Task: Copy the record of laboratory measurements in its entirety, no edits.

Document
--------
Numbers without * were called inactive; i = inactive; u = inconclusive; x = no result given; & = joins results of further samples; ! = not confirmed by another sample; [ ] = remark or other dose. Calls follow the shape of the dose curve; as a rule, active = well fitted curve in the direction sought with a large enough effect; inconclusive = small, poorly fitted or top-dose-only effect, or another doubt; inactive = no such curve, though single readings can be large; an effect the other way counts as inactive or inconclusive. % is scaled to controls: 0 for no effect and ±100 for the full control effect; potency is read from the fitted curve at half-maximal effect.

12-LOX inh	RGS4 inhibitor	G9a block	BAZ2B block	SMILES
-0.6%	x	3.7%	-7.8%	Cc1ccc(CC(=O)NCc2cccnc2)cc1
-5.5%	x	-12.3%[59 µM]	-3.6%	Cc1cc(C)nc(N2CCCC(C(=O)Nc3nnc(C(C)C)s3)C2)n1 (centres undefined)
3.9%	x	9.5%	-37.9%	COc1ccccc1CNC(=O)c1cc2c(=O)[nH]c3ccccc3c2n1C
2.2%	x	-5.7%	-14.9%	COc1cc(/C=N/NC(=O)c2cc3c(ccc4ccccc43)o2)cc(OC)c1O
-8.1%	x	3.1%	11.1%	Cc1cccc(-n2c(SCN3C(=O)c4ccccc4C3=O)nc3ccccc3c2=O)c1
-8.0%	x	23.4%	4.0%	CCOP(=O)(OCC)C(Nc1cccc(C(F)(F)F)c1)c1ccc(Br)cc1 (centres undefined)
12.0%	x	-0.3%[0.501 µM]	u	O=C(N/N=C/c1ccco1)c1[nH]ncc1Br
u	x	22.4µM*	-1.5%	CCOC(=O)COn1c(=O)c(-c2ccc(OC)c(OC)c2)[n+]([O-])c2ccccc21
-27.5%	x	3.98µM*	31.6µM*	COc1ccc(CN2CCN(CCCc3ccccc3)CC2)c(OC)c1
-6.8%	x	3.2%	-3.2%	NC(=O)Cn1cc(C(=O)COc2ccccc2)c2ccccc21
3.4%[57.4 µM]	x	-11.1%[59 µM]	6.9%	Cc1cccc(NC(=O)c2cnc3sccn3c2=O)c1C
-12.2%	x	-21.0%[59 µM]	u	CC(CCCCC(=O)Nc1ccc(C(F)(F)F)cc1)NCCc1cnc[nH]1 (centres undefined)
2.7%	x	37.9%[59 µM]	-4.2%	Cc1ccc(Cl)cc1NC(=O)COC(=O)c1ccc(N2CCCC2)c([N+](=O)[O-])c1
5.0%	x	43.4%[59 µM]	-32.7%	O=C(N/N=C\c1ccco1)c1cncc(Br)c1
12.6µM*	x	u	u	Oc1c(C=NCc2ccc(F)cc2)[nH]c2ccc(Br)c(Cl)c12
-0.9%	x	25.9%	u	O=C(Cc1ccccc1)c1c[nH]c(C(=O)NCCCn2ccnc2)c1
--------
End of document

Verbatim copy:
Numbers without * were called inactive; i = inactive; u = inconclusive; x = no result given; & = joins results of further samples; ! = not confirmed by another sample; [ ] = remark or other dose. Calls follow the shape of the dose curve; as a rule, active = well fitted curve in the direction sought with a large enough effect; inconclusive = small, poorly fitted or top-dose-only effect, or another doubt; inactive = no such curve, though single readings can be large; an effect the other way counts as inactive or inconclusive. % is scaled to controls: 0 for no effect and ±100 for the full control effect; potency is read from the fitted curve at half-maximal effect.

12-LOX inh	RGS4 inhibitor	G9a block	BAZ2B block	SMILES
-0.6%	x	3.7%	-7.8%	Cc1ccc(CC(=O)NCc2cccnc2)cc1
-5.5%	x	-12.3%[59 µM]	-3.6%	Cc1cc(C)nc(N2CCCC(C(=O)Nc3nnc(C(C)C)s3)C2)n1 (centres undefined)
3.9%	x	9.5%	-37.9%	COc1ccccc1CNC(=O)c1cc2c(=O)[nH]c3ccccc3c2n1C
2.2%	x	-5.7%	-14.9%	COc1cc(/C=N/NC(=O)c2cc3c(ccc4ccccc43)o2)cc(OC)c1O
-8.1%	x	3.1%	11.1%	Cc1cccc(-n2c(SCN3C(=O)c4ccccc4C3=O)nc3ccccc3c2=O)c1
-8.0%	x	23.4%	4.0%	CCOP(=O)(OCC)C(Nc1cccc(C(F)(F)F)c1)c1ccc(Br)cc1 (centres undefined)
12.0%	x	-0.3%[0.501 µM]	u	O=C(N/N=C/c1ccco1)c1[nH]ncc1Br
u	x	22.4µM*	-1.5%	CCOC(=O)COn1c(=O)c(-c2ccc(OC)c(OC)c2)[n+]([O-])c2ccccc21
-27.5%	x	3.98µM*	31.6µM*	COc1ccc(CN2CCN(CCCc3ccccc3)CC2)c(OC)c1
-6.8%	x	3.2%	-3.2%	NC(=O)Cn1cc(C(=O)COc2ccccc2)c2ccccc21
3.4%[57.4 µM]	x	-11.1%[59 µM]	6.9%	Cc1cccc(NC(=O)c2cnc3sccn3c2=O)c1C
-12.2%	x	-21.0%[59 µM]	u	CC(CCCCC(=O)Nc1ccc(C(F)(F)F)cc1)NCCc1cnc[nH]1 (centres undefined)
2.7%	x	37.9%[59 µM]	-4.2%	Cc1ccc(Cl)cc1NC(=O)COC(=O)c1ccc(N2CCCC2)c([N+](=O)[O-])c1
5.0%	x	43.4%[59 µM]	-32.7%	O=C(N/N=C\c1ccco1)c1cncc(Br)c1
12.6µM*	x	u	u	Oc1c(C=NCc2ccc(F)cc2)[nH]c2ccc(Br)c(Cl)c12
-0.9%	x	25.9%	u	O=C(Cc1ccccc1)c1c[nH]c(C(=O)NCCCn2ccnc2)c1